We have been hearing this for quite a few years that Big Data and Analytics are the next big waves. While these waves are already sweeping us over, we are missing out on the small things going for the big. Big Data has emerged to be remarkably useful when it comes to finding answers to well-defined questions and addressing phenomena that are well understood. What it fails to recognize are the complicacy of peoples’ lives, human connections, underlying emotions, changing cultural ecosystems, interesting stories, and other social ingredients.
For instance, it made big news when Nokia was acquired by Microsoft in 2013. While there could be many reasons behind Nokia’s downfall, one of the prominent reasons that Tricia Wang, a Global Tech Ethnographer describes is the overdependence on numbers. Sharing her story on Ethnography Matters, she mentioned how her recommendations to Nokia to revise their product development strategy did not receive enough attention as the sample size used for her study was considered too small in comparison to millions of quantitative data that Nokia collected. Relying too much on quantitative data and failing to read the real sentiments of consumers essentially led to Nokia’s plummet. This is the void that can be filled up with Thick Data.
The Big Data Race
With consumers generating heaps of data every day, business organizations globally are clueless about how to deal with data, where to begin from, and how to generate actionable intelligence that could help them grow. They are increasingly turning towards Big Data Technologies in order to find meaning in the unstructured and raw consumer data. However, in this race to be data equipped, they fail to look beyond patterns, historical data, and standard frameworks. Steven Maxwell quotes that “People are getting caught up on the quantity side of the equation rather than the quality of the business insights that analytics can unearth.”
Having an abundance of quantitative data may not necessarily produce great insights. The recent US election is a classic example where traditional polls missed predicting a Trump government. The experts excessively relied on historical data and could not see important cultural shifts that took place over the years. They failed to see the changes in the emotions, the frustrations with the established institutions and other factors that led to the rise of Trump.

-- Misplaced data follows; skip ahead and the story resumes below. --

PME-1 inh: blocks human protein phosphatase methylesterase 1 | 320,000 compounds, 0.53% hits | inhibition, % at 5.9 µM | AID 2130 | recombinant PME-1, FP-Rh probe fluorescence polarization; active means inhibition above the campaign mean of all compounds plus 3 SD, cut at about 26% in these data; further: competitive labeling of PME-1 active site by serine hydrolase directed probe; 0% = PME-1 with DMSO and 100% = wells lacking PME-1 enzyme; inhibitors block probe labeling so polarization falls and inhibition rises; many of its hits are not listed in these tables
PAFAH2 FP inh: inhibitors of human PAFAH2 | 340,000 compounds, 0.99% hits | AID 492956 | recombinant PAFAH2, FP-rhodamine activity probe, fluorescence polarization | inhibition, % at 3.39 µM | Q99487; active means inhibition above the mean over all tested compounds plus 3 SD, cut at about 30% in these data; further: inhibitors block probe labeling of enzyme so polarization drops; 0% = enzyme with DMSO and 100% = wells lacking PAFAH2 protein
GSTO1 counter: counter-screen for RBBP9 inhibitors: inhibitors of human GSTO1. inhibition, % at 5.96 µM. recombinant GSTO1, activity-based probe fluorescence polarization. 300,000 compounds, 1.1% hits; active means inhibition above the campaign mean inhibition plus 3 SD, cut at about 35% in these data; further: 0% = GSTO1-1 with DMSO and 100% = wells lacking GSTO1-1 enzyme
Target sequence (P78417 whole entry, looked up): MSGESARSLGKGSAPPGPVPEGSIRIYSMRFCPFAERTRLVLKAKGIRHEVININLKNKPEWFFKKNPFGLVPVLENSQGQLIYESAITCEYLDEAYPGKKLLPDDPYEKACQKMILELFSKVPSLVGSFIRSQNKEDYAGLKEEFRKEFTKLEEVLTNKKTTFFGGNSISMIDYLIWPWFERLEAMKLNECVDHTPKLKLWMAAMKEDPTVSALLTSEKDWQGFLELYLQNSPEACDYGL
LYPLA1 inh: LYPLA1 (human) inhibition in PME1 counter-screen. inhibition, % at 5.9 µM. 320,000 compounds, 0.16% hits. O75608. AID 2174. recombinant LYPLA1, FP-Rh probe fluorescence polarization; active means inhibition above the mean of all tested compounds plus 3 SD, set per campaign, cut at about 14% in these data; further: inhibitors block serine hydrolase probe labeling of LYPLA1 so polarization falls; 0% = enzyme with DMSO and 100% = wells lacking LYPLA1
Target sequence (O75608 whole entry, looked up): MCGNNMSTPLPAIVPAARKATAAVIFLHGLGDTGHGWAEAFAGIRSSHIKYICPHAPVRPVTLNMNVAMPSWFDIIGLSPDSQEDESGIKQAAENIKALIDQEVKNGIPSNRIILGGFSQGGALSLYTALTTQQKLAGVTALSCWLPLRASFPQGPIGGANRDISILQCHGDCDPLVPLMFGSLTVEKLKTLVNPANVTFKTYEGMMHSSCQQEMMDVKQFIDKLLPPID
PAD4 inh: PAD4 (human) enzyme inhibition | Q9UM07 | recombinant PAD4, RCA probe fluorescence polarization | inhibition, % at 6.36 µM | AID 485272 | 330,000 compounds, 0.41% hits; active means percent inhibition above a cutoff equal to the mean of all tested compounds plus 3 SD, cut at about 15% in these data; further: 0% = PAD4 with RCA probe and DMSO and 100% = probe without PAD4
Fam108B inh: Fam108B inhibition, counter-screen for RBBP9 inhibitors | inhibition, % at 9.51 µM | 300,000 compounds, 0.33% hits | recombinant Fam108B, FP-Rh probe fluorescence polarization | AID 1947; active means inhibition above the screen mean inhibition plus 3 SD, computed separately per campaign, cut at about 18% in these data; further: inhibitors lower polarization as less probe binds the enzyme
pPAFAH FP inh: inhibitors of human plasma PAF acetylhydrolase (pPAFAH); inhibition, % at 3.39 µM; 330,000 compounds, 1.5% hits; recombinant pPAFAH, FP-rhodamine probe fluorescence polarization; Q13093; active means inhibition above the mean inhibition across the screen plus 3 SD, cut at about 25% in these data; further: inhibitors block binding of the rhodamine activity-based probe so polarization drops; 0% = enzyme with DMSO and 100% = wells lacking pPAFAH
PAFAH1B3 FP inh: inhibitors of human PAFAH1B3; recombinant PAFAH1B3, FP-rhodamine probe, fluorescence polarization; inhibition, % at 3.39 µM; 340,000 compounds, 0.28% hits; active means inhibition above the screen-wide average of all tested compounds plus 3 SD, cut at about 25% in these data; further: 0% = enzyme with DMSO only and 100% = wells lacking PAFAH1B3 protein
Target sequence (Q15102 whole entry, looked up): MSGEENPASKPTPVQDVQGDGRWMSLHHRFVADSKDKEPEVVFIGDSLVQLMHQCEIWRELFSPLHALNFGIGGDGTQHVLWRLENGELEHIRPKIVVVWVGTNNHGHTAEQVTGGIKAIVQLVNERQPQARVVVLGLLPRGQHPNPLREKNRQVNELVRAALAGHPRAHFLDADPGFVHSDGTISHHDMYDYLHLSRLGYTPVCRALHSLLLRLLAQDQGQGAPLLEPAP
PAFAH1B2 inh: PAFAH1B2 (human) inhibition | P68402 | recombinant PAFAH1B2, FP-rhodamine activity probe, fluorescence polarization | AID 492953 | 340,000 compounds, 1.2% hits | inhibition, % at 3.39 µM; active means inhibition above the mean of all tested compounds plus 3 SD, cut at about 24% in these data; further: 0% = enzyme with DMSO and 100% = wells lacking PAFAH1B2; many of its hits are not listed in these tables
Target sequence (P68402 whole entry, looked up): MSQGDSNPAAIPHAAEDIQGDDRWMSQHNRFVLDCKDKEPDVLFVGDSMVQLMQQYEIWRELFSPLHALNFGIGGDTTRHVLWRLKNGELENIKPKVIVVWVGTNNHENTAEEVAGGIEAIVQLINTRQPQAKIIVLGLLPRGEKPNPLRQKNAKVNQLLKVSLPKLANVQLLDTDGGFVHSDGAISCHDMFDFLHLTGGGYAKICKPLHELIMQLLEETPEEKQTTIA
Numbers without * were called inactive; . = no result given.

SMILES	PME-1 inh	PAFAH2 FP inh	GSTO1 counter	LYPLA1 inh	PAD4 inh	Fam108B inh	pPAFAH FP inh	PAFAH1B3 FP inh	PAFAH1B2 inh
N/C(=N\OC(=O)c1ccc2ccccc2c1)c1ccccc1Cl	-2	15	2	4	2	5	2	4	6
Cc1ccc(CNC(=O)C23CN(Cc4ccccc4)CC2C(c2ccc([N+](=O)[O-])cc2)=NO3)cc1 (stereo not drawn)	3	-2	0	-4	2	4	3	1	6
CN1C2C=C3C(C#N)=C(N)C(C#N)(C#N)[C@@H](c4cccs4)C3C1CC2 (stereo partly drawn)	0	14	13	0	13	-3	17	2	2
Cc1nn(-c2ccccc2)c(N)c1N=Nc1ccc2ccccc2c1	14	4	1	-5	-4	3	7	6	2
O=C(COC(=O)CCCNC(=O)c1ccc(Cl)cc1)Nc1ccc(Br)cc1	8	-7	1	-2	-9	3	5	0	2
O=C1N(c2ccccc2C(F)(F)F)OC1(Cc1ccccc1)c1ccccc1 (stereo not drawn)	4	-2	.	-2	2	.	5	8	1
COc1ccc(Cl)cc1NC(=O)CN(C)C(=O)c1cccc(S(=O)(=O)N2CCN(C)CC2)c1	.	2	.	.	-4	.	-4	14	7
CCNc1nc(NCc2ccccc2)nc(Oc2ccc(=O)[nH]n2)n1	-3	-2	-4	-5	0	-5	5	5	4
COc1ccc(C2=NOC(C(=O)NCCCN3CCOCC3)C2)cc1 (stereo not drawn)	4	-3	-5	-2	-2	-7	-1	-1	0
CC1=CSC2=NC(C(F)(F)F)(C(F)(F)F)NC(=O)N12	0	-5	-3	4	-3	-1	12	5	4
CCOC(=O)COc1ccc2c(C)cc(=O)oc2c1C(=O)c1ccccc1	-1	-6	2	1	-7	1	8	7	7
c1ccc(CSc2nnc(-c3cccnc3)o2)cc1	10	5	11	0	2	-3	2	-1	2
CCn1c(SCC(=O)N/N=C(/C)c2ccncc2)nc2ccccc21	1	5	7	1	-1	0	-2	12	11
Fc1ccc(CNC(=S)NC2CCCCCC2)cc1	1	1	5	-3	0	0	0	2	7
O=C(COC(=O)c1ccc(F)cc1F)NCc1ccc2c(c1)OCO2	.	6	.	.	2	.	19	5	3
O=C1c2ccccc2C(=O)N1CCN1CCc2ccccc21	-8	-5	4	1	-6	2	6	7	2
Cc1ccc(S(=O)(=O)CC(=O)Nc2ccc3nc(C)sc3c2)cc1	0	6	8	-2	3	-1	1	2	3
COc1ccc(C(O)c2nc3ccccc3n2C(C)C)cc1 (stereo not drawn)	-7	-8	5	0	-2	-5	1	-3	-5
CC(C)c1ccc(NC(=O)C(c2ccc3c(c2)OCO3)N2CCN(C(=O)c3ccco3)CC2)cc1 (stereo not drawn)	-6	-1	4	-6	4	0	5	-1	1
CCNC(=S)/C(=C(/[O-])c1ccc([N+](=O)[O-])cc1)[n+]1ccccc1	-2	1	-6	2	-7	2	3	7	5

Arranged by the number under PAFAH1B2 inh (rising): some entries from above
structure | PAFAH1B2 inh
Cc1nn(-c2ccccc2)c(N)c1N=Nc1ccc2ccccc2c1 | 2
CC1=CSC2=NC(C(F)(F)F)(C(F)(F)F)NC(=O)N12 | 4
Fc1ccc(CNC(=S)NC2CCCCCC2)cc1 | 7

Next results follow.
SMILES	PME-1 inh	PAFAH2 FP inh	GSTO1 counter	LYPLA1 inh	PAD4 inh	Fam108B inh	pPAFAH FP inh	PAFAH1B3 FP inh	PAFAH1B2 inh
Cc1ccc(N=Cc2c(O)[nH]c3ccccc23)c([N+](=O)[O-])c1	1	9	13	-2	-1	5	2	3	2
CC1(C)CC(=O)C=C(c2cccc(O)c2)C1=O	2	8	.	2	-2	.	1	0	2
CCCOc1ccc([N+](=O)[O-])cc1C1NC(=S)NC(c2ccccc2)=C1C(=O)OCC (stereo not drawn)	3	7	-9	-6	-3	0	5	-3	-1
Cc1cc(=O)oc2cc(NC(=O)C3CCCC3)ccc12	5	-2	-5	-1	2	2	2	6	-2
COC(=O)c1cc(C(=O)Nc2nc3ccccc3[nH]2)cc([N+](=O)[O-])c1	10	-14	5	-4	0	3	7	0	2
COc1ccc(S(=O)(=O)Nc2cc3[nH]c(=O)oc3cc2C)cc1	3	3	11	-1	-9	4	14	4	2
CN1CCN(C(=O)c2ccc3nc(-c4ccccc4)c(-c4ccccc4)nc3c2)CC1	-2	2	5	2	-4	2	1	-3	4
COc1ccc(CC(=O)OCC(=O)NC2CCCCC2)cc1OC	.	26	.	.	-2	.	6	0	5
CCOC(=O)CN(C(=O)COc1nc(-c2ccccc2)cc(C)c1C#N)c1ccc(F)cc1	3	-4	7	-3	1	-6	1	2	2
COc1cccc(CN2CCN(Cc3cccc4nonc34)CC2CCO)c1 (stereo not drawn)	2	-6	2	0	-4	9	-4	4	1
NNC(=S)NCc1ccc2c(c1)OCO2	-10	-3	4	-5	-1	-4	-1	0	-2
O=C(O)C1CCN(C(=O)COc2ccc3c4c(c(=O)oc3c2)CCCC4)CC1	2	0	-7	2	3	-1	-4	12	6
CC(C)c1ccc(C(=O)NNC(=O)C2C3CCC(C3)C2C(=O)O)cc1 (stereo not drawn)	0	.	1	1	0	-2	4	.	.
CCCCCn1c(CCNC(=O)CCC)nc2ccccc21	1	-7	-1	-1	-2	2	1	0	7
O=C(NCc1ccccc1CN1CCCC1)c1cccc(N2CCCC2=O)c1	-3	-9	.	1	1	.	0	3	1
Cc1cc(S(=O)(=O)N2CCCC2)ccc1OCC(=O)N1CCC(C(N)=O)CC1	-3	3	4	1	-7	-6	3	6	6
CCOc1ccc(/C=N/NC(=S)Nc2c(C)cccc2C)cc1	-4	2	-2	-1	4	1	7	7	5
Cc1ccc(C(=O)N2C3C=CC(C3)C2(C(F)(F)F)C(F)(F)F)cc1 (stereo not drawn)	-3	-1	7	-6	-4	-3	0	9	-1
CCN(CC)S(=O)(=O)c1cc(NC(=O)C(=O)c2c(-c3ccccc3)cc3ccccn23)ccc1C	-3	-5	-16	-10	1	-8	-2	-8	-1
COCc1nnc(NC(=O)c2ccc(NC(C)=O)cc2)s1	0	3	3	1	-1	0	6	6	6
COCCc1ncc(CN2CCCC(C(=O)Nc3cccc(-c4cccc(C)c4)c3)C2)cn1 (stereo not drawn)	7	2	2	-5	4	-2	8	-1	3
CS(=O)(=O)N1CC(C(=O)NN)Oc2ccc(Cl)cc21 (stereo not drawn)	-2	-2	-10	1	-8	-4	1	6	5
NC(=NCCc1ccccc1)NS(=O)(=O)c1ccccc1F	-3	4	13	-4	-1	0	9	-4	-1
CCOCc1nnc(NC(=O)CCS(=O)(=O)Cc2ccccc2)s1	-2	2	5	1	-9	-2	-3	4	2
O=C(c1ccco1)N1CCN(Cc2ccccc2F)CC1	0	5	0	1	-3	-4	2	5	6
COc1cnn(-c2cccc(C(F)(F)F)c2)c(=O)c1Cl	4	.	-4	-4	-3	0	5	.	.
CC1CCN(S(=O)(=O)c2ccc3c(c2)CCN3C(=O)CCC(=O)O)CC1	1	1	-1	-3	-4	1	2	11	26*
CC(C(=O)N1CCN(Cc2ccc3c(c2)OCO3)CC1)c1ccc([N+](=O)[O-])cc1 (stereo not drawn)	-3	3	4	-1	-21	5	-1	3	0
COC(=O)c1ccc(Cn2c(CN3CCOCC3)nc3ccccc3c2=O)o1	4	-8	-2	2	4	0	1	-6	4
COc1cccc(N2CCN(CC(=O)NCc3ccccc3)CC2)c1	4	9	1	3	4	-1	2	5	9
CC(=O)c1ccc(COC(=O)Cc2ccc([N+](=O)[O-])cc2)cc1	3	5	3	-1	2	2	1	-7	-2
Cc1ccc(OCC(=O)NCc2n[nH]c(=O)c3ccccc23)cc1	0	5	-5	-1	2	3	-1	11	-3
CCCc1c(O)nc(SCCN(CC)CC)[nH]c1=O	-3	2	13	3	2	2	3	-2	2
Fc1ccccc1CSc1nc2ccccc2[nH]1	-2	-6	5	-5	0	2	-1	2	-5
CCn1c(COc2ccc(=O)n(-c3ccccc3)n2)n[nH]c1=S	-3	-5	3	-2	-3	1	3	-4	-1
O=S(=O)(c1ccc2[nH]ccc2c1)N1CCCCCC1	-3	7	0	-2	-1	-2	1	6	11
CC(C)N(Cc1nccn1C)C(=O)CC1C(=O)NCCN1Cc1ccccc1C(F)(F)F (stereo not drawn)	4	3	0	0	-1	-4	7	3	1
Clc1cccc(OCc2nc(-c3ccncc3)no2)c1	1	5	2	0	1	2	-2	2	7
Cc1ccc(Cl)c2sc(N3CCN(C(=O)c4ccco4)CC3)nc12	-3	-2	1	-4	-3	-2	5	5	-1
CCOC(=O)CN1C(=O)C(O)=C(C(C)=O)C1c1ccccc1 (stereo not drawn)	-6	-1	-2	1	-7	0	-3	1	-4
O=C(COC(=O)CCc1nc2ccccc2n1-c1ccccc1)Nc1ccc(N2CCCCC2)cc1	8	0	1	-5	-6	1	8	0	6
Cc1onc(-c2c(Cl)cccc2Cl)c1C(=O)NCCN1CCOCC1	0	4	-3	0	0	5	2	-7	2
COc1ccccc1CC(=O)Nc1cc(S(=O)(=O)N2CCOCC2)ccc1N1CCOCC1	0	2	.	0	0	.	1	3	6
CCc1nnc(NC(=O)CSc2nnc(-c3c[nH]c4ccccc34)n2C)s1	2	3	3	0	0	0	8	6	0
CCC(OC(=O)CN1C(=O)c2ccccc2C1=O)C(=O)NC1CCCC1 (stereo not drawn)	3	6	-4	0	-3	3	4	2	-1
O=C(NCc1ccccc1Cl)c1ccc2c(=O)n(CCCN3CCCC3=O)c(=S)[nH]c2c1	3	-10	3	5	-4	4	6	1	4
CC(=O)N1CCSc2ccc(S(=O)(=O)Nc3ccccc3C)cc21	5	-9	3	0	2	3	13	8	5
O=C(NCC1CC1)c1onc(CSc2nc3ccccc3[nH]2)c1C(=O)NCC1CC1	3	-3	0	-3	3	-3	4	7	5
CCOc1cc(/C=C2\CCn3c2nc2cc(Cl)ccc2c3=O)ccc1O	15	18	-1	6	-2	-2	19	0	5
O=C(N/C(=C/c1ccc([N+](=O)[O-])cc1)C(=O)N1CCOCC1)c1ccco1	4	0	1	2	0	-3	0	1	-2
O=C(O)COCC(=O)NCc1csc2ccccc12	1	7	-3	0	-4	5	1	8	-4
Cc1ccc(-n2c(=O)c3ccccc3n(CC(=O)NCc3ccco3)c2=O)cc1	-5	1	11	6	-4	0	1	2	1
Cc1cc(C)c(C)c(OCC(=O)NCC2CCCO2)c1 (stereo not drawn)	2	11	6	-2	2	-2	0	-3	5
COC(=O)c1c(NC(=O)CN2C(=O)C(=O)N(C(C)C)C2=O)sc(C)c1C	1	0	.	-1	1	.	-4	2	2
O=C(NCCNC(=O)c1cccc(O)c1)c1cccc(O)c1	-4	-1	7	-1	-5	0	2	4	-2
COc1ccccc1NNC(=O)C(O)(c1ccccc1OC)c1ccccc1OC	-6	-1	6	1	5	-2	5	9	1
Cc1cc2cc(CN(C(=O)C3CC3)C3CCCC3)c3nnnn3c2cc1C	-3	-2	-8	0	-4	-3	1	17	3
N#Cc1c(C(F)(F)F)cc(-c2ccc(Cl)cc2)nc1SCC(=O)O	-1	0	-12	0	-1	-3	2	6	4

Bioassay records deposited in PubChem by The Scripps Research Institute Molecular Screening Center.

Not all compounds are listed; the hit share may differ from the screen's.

How Thick Data Can Fill the Void
Many business enterprises claim to be keeping customers at the focal point of their strategies but do they really look at customer data? If they do, how effective is their data in reflecting the true sentiments, social and emotional drivers, and aspirations of consumers?
For Big Data to be analyzable, it has to normalize, standardize, and define certain parameters and assumptions to sort, organize and disseminate information. The workability of its models depends on certain conjectures. If the underlying assumptions go wrong, the entire results may go wrong. This risk can be minimized using Thick Data. While Big Data relies on machine learning, Thick Data relies on the social context of connections between data points. It goes beyond big data to explaining everyday lives of consumers to understanding why they have a certain set of preferences. This way, it reduces the depreciation that the data goes through in order to become usable for analysis.
As organizations continue to invest in Big Data technologies, the budgets for human-centered research are taking a hit. It is highly imperative for them to pay due attention to ethnographic data to keep track of changing customer habits and mutual differences. The amalgamation of Big Data and Thick Data could create an impelling fuel for brands who keep customers at the center stage.
The Balancing Act
Robert Duke writes, “Big Data gives us an opportunity to derive useful insights and understand the correlations using several clearly defined questions. However, we must be able to establish the relevant questions. If we end up finding the right answers to the wrong questions, our big data investments are pointless.” This is where Thick Data can essentially bring a balance. Looking at things that are not measurable may help us frame the right questions and see beyond numbers. Trust, susceptibility, panic, greediness, desire, safety and other social, psychological and cultural factors can help us understand consumers from a larger perspective.
To summarize, business organizations should not get overwhelmed by Big Data and make systematic and coherent steps towards the same. They must remember that only numbers do not reflect the emotions and stories of consumers’ everyday lives and it’s vital to look at ethnographic data to understand the psychosocial factors influencing the numbers.
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